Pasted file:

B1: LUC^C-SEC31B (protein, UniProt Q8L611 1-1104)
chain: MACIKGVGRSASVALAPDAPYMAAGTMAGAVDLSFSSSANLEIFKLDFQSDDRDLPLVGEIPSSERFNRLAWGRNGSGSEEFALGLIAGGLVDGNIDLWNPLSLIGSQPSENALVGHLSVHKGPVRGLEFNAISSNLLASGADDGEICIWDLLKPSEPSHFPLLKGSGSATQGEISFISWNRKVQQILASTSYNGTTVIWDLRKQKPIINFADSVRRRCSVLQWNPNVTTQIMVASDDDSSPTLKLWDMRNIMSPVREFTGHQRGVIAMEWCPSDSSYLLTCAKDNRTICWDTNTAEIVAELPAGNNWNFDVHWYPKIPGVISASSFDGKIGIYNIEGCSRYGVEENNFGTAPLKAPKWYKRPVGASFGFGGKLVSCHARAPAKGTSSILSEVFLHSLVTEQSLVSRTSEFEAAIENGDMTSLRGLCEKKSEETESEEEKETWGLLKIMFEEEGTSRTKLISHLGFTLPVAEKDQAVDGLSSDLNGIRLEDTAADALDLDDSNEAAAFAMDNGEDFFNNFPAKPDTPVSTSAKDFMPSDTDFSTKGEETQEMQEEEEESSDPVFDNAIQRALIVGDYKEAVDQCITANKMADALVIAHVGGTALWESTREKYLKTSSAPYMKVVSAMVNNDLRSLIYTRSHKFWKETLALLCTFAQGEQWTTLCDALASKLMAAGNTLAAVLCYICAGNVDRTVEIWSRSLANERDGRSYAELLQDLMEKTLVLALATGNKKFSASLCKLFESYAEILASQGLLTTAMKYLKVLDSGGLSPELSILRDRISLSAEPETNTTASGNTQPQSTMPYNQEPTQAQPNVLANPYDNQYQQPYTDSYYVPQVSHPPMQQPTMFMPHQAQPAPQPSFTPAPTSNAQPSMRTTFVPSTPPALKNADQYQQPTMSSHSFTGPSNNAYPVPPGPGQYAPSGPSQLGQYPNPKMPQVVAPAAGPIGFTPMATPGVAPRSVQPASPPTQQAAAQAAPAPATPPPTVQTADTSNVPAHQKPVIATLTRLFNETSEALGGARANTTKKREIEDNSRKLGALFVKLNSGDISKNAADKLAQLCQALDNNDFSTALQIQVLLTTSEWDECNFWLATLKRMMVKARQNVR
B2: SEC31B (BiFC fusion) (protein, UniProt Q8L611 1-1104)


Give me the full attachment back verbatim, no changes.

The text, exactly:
B1: LUC^C-SEC31B (protein, UniProt Q8L611 1-1104)
chain: MACIKGVGRSASVALAPDAPYMAAGTMAGAVDLSFSSSANLEIFKLDFQSDDRDLPLVGEIPSSERFNRLAWGRNGSGSEEFALGLIAGGLVDGNIDLWNPLSLIGSQPSENALVGHLSVHKGPVRGLEFNAISSNLLASGADDGEICIWDLLKPSEPSHFPLLKGSGSATQGEISFISWNRKVQQILASTSYNGTTVIWDLRKQKPIINFADSVRRRCSVLQWNPNVTTQIMVASDDDSSPTLKLWDMRNIMSPVREFTGHQRGVIAMEWCPSDSSYLLTCAKDNRTICWDTNTAEIVAELPAGNNWNFDVHWYPKIPGVISASSFDGKIGIYNIEGCSRYGVEENNFGTAPLKAPKWYKRPVGASFGFGGKLVSCHARAPAKGTSSILSEVFLHSLVTEQSLVSRTSEFEAAIENGDMTSLRGLCEKKSEETESEEEKETWGLLKIMFEEEGTSRTKLISHLGFTLPVAEKDQAVDGLSSDLNGIRLEDTAADALDLDDSNEAAAFAMDNGEDFFNNFPAKPDTPVSTSAKDFMPSDTDFSTKGEETQEMQEEEEESSDPVFDNAIQRALIVGDYKEAVDQCITANKMADALVIAHVGGTALWESTREKYLKTSSAPYMKVVSAMVNNDLRSLIYTRSHKFWKETLALLCTFAQGEQWTTLCDALASKLMAAGNTLAAVLCYICAGNVDRTVEIWSRSLANERDGRSYAELLQDLMEKTLVLALATGNKKFSASLCKLFESYAEILASQGLLTTAMKYLKVLDSGGLSPELSILRDRISLSAEPETNTTASGNTQPQSTMPYNQEPTQAQPNVLANPYDNQYQQPYTDSYYVPQVSHPPMQQPTMFMPHQAQPAPQPSFTPAPTSNAQPSMRTTFVPSTPPALKNADQYQQPTMSSHSFTGPSNNAYPVPPGPGQYAPSGPSQLGQYPNPKMPQVVAPAAGPIGFTPMATPGVAPRSVQPASPPTQQAAAQAAPAPATPPPTVQTADTSNVPAHQKPVIATLTRLFNETSEALGGARANTTKKREIEDNSRKLGALFVKLNSGDISKNAADKLAQLCQALDNNDFSTALQIQVLLTTSEWDECNFWLATLKRMMVKARQNVR
B2: SEC31B (BiFC fusion) (protein, UniProt Q8L611 1-1104)